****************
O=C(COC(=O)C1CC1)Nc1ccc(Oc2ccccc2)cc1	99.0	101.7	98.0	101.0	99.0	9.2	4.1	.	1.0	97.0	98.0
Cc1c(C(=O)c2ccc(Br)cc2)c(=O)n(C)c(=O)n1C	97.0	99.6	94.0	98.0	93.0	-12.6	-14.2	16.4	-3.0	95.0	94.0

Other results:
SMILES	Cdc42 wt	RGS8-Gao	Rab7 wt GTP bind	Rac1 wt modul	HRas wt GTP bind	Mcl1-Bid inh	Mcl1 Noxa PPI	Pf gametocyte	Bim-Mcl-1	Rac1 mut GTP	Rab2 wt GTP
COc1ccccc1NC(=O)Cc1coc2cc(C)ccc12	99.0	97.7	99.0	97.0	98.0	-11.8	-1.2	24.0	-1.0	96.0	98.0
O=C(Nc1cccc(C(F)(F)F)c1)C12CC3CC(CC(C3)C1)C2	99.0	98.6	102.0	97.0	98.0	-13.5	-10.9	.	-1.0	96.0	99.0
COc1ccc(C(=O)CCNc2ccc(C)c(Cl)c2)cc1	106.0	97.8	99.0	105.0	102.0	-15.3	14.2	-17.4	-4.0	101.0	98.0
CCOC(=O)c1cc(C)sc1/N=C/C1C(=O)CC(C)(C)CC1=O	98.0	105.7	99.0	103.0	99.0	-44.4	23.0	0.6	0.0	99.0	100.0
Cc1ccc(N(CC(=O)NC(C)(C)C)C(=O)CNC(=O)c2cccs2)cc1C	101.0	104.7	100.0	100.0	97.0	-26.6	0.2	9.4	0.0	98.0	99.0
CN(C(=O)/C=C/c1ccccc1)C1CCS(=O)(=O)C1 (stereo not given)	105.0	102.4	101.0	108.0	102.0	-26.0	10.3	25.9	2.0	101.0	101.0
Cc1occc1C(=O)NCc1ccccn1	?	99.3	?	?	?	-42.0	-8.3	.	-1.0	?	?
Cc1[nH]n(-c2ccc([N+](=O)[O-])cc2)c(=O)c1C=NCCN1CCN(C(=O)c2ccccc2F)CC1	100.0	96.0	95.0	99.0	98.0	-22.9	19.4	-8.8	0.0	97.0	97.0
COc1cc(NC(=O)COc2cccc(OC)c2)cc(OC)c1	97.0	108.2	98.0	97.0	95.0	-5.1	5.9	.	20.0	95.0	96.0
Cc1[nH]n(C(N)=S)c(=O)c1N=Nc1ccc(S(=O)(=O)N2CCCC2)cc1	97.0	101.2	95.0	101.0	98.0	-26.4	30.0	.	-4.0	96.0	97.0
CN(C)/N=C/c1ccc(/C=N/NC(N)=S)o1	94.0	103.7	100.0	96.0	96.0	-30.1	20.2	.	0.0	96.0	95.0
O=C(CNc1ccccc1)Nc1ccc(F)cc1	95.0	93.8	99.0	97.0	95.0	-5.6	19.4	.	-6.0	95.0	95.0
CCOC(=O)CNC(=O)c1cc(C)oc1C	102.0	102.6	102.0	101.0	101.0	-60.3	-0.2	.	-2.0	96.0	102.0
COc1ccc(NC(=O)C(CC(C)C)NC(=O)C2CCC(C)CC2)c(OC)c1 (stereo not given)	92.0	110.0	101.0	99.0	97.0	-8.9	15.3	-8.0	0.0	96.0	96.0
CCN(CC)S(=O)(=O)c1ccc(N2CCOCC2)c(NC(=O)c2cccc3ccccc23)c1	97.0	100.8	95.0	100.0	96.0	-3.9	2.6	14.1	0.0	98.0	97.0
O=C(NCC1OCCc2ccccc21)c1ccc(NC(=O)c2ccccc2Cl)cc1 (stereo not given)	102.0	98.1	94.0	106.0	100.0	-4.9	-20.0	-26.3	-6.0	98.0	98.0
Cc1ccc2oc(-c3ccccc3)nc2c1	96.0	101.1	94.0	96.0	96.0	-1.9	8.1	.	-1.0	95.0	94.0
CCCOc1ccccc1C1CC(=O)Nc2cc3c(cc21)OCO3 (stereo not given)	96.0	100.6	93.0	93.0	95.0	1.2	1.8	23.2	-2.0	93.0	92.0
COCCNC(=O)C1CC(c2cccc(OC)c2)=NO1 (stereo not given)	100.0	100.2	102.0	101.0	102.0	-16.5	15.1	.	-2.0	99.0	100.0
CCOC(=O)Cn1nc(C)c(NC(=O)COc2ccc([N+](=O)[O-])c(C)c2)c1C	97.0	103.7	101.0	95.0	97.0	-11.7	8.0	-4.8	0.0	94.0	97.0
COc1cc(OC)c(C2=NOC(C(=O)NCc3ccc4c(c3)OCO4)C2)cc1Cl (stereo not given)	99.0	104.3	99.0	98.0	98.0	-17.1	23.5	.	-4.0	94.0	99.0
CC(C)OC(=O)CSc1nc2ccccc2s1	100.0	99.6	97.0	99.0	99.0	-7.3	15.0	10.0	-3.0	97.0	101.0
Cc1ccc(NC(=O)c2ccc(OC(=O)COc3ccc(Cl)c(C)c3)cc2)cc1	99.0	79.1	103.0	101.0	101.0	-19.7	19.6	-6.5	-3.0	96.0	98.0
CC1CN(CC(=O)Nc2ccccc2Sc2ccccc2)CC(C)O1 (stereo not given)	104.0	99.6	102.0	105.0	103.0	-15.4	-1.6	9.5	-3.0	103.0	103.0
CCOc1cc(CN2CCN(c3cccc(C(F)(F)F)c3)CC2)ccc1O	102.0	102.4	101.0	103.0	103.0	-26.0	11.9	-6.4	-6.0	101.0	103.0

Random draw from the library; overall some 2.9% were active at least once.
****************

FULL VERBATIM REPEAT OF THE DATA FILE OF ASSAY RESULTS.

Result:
O=C(COC(=O)C1CC1)Nc1ccc(Oc2ccccc2)cc1	99.0	101.7	98.0	101.0	99.0	9.2	4.1	.	1.0	97.0	98.0
Cc1c(C(=O)c2ccc(Br)cc2)c(=O)n(C)c(=O)n1C	97.0	99.6	94.0	98.0	93.0	-12.6	-14.2	16.4	-3.0	95.0	94.0

Other results:
SMILES	Cdc42 wt	RGS8-Gao	Rab7 wt GTP bind	Rac1 wt modul	HRas wt GTP bind	Mcl1-Bid inh	Mcl1 Noxa PPI	Pf gametocyte	Bim-Mcl-1	Rac1 mut GTP	Rab2 wt GTP
COc1ccccc1NC(=O)Cc1coc2cc(C)ccc12	99.0	97.7	99.0	97.0	98.0	-11.8	-1.2	24.0	-1.0	96.0	98.0
O=C(Nc1cccc(C(F)(F)F)c1)C12CC3CC(CC(C3)C1)C2	99.0	98.6	102.0	97.0	98.0	-13.5	-10.9	.	-1.0	96.0	99.0
COc1ccc(C(=O)CCNc2ccc(C)c(Cl)c2)cc1	106.0	97.8	99.0	105.0	102.0	-15.3	14.2	-17.4	-4.0	101.0	98.0
CCOC(=O)c1cc(C)sc1/N=C/C1C(=O)CC(C)(C)CC1=O	98.0	105.7	99.0	103.0	99.0	-44.4	23.0	0.6	0.0	99.0	100.0
Cc1ccc(N(CC(=O)NC(C)(C)C)C(=O)CNC(=O)c2cccs2)cc1C	101.0	104.7	100.0	100.0	97.0	-26.6	0.2	9.4	0.0	98.0	99.0
CN(C(=O)/C=C/c1ccccc1)C1CCS(=O)(=O)C1 (stereo not given)	105.0	102.4	101.0	108.0	102.0	-26.0	10.3	25.9	2.0	101.0	101.0
Cc1occc1C(=O)NCc1ccccn1	?	99.3	?	?	?	-42.0	-8.3	.	-1.0	?	?
Cc1[nH]n(-c2ccc([N+](=O)[O-])cc2)c(=O)c1C=NCCN1CCN(C(=O)c2ccccc2F)CC1	100.0	96.0	95.0	99.0	98.0	-22.9	19.4	-8.8	0.0	97.0	97.0
COc1cc(NC(=O)COc2cccc(OC)c2)cc(OC)c1	97.0	108.2	98.0	97.0	95.0	-5.1	5.9	.	20.0	95.0	96.0
Cc1[nH]n(C(N)=S)c(=O)c1N=Nc1ccc(S(=O)(=O)N2CCCC2)cc1	97.0	101.2	95.0	101.0	98.0	-26.4	30.0	.	-4.0	96.0	97.0
CN(C)/N=C/c1ccc(/C=N/NC(N)=S)o1	94.0	103.7	100.0	96.0	96.0	-30.1	20.2	.	0.0	96.0	95.0
O=C(CNc1ccccc1)Nc1ccc(F)cc1	95.0	93.8	99.0	97.0	95.0	-5.6	19.4	.	-6.0	95.0	95.0
CCOC(=O)CNC(=O)c1cc(C)oc1C	102.0	102.6	102.0	101.0	101.0	-60.3	-0.2	.	-2.0	96.0	102.0
COc1ccc(NC(=O)C(CC(C)C)NC(=O)C2CCC(C)CC2)c(OC)c1 (stereo not given)	92.0	110.0	101.0	99.0	97.0	-8.9	15.3	-8.0	0.0	96.0	96.0
CCN(CC)S(=O)(=O)c1ccc(N2CCOCC2)c(NC(=O)c2cccc3ccccc23)c1	97.0	100.8	95.0	100.0	96.0	-3.9	2.6	14.1	0.0	98.0	97.0
O=C(NCC1OCCc2ccccc21)c1ccc(NC(=O)c2ccccc2Cl)cc1 (stereo not given)	102.0	98.1	94.0	106.0	100.0	-4.9	-20.0	-26.3	-6.0	98.0	98.0
Cc1ccc2oc(-c3ccccc3)nc2c1	96.0	101.1	94.0	96.0	96.0	-1.9	8.1	.	-1.0	95.0	94.0
CCCOc1ccccc1C1CC(=O)Nc2cc3c(cc21)OCO3 (stereo not given)	96.0	100.6	93.0	93.0	95.0	1.2	1.8	23.2	-2.0	93.0	92.0
COCCNC(=O)C1CC(c2cccc(OC)c2)=NO1 (stereo not given)	100.0	100.2	102.0	101.0	102.0	-16.5	15.1	.	-2.0	99.0	100.0
CCOC(=O)Cn1nc(C)c(NC(=O)COc2ccc([N+](=O)[O-])c(C)c2)c1C	97.0	103.7	101.0	95.0	97.0	-11.7	8.0	-4.8	0.0	94.0	97.0
COc1cc(OC)c(C2=NOC(C(=O)NCc3ccc4c(c3)OCO4)C2)cc1Cl (stereo not given)	99.0	104.3	99.0	98.0	98.0	-17.1	23.5	.	-4.0	94.0	99.0
CC(C)OC(=O)CSc1nc2ccccc2s1	100.0	99.6	97.0	99.0	99.0	-7.3	15.0	10.0	-3.0	97.0	101.0
Cc1ccc(NC(=O)c2ccc(OC(=O)COc3ccc(Cl)c(C)c3)cc2)cc1	99.0	79.1	103.0	101.0	101.0	-19.7	19.6	-6.5	-3.0	96.0	98.0
CC1CN(CC(=O)Nc2ccccc2Sc2ccccc2)CC(C)O1 (stereo not given)	104.0	99.6	102.0	105.0	103.0	-15.4	-1.6	9.5	-3.0	103.0	103.0
CCOc1cc(CN2CCN(c3cccc(C(F)(F)F)c3)CC2)ccc1O	102.0	102.4	101.0	103.0	103.0	-26.0	11.9	-6.4	-6.0	101.0	103.0

Random draw from the library; overall some 2.9% were active at least once.